As we drove away, we stopped to let a young girl cross the road. If we had been able to stand in that spot 70 years before, that little girl could have been my mum on her way down to Spinney Hill park. With this image in my mind, more clear to me than the changes in Highfields, was the golden thread of continuity running down from the past.

Summoned By Bells is about my mum's upbringing in Leicester and about our trip back to her childhood home. The early parts of the song are built around Danny's piano playing before the focus shifts to Dave's electric 12-string. The song also features our brass band, led by Dave Desmond, and the recorder playing of Jan Jaap Langereis.

In the next two weeks on his blog, David will be telling the stories of the sixth and seventh songs on English Electric, Upton Heath and A Boy in Darkness.






Monday, 30 July 2012

Winchester From St Giles' Hill

'Alfred had me made (or made me again)'

The third song on English Electric (Part One) is called Winchester From St Giles' Hill.
Winchester is a beautiful and historic city in the south of England. St Giles’ Hill lies to the east of the city and forms part of the western edge of the South Downs. From the top of the hill you can see all of Winchester, and the song is an historical view of the development of the city and of (as Peter Ackroyd calls it) the ‘long song’ of England.
Winchester stands at a number of crossroads in time and provides a narrative of British and English history in miniature. There was a prehistoric settlement at Oram’s Arbour, then it became a Roman town and afterwards, a Saxon capital and stronghold. The Normans built a castle and a massive cathedral. It became a centre of learning with the opening of Winchester College and, in Victorian times, the railways came and with them the modern age.
Michael Wood has stated that 'Geography is history and history is geography' and Winchester From St Giles' Hill seeks to link the development of the city with its place in the landscape.
'A river flowing from the chalkhills through the water meadows and the open fields.
Walls were made and streets were laid down,halls and houses, schools and churches.'
Winchester From St Giles' Hill begins and ends with a flute and piano motif. The theme also forms part of the instrumental section where it is played on classical guitar. Alongside David's flute, a key feature of the song is the beautiful and complex piano playing of Danny Manners. I asked Danny to develop the piano part so that it sounded like a mountain stream racing down a hillside: of such obscure requests, beautiful arrangements are made.
The next song to be featured as we count down towards the release  of English Electric will be Judas Unrepentant. David will be telling the tale of that song on his blog in a few days' time.

Tuesday, 17 July 2012

Judas Unrepentant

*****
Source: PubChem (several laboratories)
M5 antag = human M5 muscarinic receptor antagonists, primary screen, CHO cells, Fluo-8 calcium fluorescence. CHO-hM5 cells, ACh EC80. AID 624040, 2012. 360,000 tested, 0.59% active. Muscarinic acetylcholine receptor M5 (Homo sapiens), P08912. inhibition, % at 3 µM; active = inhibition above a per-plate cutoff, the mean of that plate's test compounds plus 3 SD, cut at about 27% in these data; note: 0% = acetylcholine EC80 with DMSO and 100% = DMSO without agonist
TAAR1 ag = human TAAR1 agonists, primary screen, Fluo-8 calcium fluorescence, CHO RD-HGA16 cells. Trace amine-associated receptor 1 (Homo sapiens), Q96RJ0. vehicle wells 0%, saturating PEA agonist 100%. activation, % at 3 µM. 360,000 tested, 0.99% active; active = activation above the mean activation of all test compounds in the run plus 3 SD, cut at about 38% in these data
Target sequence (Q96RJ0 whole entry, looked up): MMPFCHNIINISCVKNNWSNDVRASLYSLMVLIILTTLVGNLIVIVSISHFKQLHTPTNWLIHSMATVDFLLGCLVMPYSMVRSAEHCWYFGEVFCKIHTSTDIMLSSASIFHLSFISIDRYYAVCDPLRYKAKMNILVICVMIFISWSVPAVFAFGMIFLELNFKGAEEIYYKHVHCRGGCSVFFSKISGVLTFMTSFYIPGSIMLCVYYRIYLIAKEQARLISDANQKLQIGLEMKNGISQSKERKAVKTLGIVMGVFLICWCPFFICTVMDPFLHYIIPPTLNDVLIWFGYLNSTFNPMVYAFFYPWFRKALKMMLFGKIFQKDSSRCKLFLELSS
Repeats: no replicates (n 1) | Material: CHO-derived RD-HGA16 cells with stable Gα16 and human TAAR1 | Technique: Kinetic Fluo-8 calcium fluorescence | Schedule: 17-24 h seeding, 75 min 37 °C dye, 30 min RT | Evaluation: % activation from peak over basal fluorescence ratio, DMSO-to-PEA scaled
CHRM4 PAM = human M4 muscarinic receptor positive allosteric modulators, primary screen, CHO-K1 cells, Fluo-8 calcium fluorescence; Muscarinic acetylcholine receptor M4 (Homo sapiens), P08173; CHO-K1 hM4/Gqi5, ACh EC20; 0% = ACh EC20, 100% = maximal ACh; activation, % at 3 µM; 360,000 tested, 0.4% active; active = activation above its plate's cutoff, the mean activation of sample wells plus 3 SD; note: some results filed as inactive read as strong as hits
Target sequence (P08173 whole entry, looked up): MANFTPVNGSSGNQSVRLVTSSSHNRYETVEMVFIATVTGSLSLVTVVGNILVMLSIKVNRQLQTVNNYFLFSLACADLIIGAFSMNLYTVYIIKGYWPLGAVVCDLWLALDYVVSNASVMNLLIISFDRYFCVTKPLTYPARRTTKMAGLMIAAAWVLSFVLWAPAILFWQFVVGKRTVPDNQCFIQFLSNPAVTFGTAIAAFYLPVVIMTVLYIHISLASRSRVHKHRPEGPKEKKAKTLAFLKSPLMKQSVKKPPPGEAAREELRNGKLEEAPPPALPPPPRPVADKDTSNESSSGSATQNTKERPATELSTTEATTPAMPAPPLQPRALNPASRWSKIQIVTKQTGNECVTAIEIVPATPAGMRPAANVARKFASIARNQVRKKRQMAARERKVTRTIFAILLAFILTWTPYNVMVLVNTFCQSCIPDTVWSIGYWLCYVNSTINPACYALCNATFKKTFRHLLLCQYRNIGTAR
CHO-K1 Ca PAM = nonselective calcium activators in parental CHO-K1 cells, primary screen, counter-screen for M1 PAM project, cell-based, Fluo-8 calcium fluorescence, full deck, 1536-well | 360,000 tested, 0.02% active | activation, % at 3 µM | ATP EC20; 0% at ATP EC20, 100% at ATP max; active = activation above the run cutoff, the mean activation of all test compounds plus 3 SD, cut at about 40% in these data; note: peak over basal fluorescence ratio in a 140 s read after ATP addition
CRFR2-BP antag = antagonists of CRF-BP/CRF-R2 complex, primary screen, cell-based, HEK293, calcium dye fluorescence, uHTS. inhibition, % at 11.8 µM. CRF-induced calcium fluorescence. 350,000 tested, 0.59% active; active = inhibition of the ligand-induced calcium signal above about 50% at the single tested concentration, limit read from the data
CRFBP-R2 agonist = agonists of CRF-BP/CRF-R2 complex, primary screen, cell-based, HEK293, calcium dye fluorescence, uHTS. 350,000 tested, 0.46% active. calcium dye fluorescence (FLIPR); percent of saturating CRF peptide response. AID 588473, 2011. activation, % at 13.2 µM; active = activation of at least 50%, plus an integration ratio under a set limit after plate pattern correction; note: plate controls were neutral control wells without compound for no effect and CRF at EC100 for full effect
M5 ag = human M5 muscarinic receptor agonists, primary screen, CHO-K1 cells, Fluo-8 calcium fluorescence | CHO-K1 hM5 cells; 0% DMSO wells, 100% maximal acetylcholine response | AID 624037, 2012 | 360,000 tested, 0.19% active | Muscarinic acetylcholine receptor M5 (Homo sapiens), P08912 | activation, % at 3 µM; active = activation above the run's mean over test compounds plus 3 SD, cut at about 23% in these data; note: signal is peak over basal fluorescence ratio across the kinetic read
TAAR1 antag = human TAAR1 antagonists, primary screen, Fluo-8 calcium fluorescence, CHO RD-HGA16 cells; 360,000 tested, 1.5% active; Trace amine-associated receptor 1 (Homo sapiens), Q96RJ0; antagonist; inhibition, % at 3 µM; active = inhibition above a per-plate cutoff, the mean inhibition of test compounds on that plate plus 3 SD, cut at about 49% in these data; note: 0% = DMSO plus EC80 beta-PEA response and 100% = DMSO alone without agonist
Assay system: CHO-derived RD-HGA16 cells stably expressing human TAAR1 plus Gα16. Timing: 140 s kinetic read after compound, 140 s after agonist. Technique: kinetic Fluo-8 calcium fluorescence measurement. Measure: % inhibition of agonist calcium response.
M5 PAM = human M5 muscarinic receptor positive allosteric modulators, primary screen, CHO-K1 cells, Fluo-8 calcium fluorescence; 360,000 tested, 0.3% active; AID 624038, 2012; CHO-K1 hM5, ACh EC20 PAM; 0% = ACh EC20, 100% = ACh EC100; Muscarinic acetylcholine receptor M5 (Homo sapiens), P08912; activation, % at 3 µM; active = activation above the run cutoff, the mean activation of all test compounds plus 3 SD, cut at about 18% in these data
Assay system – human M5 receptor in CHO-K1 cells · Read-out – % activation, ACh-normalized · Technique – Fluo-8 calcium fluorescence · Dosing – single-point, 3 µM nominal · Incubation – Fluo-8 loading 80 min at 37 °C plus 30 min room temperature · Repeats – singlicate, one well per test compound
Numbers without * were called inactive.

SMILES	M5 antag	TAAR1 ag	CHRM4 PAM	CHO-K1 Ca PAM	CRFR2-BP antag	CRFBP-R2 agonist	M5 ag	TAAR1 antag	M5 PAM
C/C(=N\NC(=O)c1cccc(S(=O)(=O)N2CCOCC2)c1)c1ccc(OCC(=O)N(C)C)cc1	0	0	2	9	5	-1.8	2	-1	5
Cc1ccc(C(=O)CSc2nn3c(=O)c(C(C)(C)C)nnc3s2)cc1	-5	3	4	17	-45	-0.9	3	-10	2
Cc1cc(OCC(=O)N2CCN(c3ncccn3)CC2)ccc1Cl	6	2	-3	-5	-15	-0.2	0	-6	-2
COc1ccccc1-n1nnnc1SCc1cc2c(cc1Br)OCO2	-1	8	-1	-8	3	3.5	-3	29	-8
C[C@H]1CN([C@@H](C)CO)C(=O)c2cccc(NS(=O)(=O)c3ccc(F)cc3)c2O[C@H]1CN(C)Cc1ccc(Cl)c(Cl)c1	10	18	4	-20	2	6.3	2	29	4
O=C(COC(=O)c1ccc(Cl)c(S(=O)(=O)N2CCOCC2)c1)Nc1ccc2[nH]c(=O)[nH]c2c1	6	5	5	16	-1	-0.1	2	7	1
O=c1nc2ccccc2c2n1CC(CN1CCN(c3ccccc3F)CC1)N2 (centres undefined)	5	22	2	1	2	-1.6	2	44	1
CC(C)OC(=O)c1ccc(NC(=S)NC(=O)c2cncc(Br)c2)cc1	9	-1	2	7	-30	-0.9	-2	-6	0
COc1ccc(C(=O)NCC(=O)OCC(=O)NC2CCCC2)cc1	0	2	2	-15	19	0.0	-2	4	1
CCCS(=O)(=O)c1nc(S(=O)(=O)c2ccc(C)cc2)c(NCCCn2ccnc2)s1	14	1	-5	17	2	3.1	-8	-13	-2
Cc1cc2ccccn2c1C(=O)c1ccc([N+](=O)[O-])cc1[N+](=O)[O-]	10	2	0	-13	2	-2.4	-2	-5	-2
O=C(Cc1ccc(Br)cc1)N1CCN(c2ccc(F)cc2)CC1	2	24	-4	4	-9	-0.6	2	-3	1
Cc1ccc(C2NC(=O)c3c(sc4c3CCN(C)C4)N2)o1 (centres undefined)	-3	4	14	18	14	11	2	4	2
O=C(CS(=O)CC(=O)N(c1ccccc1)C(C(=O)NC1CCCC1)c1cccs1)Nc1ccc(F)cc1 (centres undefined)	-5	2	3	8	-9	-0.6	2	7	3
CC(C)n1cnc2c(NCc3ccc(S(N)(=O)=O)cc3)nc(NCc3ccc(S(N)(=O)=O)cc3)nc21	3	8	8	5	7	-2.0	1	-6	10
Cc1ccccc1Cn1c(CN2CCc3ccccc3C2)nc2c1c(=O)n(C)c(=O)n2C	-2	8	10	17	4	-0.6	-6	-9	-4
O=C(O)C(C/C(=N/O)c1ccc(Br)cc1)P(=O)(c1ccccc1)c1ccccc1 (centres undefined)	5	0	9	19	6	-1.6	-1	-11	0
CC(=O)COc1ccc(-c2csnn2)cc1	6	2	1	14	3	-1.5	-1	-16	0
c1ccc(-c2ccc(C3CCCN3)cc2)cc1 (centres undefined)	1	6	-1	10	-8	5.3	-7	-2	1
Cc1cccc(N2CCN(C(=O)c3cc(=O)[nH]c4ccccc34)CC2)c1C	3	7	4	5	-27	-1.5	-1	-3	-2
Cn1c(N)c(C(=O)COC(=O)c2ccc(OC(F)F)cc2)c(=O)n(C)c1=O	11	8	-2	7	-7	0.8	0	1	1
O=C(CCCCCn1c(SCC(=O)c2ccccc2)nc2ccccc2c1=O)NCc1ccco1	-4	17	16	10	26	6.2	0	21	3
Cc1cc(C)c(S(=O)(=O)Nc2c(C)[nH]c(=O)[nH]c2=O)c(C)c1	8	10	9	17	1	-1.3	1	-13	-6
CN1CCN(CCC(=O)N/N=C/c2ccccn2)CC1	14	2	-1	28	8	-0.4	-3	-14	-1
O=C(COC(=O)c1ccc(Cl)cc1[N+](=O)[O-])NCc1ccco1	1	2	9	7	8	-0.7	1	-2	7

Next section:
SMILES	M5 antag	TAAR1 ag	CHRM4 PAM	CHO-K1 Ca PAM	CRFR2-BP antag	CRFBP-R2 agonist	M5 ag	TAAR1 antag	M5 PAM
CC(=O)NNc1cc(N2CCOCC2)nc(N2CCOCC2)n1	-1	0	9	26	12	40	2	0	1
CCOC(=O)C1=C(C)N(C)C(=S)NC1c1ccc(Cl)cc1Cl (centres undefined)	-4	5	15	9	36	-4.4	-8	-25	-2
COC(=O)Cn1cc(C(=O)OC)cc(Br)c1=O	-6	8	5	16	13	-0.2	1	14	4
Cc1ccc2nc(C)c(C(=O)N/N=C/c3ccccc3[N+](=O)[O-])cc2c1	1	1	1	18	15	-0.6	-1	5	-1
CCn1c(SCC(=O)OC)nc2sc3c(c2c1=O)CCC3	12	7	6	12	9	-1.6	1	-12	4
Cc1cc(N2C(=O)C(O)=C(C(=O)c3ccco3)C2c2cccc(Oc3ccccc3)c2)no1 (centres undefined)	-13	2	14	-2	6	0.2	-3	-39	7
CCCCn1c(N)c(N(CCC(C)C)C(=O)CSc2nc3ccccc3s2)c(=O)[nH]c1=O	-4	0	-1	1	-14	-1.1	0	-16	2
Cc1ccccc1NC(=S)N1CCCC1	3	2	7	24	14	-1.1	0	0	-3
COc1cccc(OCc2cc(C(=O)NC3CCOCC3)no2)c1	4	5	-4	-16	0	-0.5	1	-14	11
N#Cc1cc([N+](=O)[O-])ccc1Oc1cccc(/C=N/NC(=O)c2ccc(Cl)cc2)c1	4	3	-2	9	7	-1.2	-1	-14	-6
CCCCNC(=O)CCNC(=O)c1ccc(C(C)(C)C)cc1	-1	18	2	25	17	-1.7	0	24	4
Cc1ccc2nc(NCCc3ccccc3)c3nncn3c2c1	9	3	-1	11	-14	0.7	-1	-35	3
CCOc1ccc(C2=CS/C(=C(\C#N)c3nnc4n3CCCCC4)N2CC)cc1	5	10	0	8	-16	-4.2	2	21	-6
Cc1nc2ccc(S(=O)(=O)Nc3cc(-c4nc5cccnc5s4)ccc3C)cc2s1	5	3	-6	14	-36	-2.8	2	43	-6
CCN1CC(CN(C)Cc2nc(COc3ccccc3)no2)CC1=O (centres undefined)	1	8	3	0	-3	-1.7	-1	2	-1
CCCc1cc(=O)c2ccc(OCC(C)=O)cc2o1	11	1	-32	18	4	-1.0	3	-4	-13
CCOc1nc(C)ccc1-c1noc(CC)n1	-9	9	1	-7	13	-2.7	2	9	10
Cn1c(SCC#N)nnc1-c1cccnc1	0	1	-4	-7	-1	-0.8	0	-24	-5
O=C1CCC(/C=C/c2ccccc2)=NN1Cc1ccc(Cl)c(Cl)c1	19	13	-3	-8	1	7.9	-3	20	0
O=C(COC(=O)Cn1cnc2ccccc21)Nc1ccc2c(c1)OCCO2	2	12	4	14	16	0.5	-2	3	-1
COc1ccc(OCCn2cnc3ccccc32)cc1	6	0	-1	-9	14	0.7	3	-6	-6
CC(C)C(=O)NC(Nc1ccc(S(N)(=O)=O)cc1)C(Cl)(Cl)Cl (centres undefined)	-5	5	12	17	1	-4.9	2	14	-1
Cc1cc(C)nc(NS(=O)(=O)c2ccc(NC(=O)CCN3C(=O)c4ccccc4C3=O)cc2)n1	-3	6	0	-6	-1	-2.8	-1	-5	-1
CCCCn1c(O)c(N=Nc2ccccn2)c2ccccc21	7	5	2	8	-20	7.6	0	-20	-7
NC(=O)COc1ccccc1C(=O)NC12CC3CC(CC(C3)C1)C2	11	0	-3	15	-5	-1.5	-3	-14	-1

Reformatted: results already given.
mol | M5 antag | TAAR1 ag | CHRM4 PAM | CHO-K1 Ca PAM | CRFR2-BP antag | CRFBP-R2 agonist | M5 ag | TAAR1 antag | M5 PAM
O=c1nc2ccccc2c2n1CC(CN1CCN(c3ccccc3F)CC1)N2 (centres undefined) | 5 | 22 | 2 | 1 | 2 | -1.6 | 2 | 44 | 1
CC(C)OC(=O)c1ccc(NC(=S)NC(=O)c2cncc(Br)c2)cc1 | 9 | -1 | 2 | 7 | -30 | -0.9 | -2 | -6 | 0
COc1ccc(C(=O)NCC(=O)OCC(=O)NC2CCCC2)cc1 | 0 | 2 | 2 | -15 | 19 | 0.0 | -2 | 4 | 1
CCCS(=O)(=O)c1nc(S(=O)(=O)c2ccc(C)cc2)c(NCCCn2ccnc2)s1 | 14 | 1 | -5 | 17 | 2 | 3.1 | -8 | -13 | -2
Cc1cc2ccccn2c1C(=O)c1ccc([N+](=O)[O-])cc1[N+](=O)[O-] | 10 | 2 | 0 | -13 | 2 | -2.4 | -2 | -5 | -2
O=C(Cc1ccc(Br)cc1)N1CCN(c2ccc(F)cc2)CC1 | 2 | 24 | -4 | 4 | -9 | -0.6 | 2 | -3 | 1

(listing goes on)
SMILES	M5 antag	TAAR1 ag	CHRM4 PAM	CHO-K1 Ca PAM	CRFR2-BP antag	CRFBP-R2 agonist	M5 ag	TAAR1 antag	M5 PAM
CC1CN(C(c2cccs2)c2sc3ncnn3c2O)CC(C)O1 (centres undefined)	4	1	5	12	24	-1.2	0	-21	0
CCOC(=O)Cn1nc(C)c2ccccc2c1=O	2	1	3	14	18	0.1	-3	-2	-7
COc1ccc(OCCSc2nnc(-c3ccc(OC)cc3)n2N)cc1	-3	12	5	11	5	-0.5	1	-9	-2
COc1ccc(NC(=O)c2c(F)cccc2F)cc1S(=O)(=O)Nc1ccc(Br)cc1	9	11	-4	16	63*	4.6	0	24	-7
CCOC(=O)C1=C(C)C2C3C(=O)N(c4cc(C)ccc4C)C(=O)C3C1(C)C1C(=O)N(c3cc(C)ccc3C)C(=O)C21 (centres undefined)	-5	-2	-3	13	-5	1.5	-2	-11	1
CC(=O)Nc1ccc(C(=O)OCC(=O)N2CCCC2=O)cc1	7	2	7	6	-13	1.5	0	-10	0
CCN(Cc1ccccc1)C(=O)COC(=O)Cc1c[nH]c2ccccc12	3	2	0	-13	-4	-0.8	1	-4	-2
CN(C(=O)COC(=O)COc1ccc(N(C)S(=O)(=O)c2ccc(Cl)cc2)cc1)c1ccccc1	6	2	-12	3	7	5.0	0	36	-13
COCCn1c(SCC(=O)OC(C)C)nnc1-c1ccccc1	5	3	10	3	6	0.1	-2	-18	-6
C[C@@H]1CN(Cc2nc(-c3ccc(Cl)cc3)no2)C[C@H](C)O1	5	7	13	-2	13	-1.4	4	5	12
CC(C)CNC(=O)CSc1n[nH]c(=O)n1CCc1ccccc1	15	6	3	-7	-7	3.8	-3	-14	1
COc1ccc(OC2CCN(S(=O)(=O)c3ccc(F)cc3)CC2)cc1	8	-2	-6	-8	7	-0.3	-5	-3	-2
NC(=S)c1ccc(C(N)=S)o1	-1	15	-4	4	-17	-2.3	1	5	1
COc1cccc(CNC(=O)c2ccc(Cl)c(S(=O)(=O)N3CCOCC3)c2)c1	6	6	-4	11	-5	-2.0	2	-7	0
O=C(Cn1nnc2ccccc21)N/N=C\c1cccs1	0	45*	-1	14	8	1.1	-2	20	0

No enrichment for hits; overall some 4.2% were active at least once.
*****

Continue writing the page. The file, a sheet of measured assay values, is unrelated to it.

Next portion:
Judas Unrepentant from English Electric Part One appears on the covermount CD of Prog magazine which is available from newsagents tomorrow.

Sunday, 15 July 2012

About the new songs - The First Rebreather

Over the next few weeks, in the run-up to September 3rd, David and I are going to tell the stories behind each song on English Electric Part One. I'm going to kick off with The First Rebreather, which is the opening song on the new album.

The First Rebreather


Like many people, I'm fascinated by the world beneath our feet. Many towns and cities in England are riddled with underground passages and chambers (London, Bristol and Exeter being obvious examples) and a number of books have been published on these hidden places. There is also an organisation called Subterranea Britannica dedicated to the study of man-made underground spaces in Britain.

As BBT listeners may know, we have featured one such underground place in a song on The Underfall Yard called Winchester Diver, which tells the true story of diver William Walker who saved Winchester Cathedral by diving under the flooded foundations. The title track of The Underfall Yard also included some references to the world below.

When it came to writing English Electric, I remembered a story that Dave Gregory told me about the making of the Severn railway tunnel. On the basis that there can never be too many prog songs about diving into flooded tunnels I started researching the story and found an article called The First Rebreather which gave me the song's title.

As soon as I've got a good title, the creative juices normally start to flow and so I quickly set about writing the soundtrack and lyrics to the true story of a man called Alexander Lambert who dived heroically into the flooded Severn Tunnel in 1880. The navvies who built the tunnel and who were hard-drinking fearless chaps were terrified that the river would break in and drown them all. However, when the tunnel flooded, the water was found to be fresh rather than tidal. The navvies had, in fact, struck an immense underwater spring which flowed through a fault in the rock (they called it The Great Spring). Conventional diving equipment was used to try to close an iron door in the tunnel to hold the water back. The equipment failed due to the air-hose continually being snagged.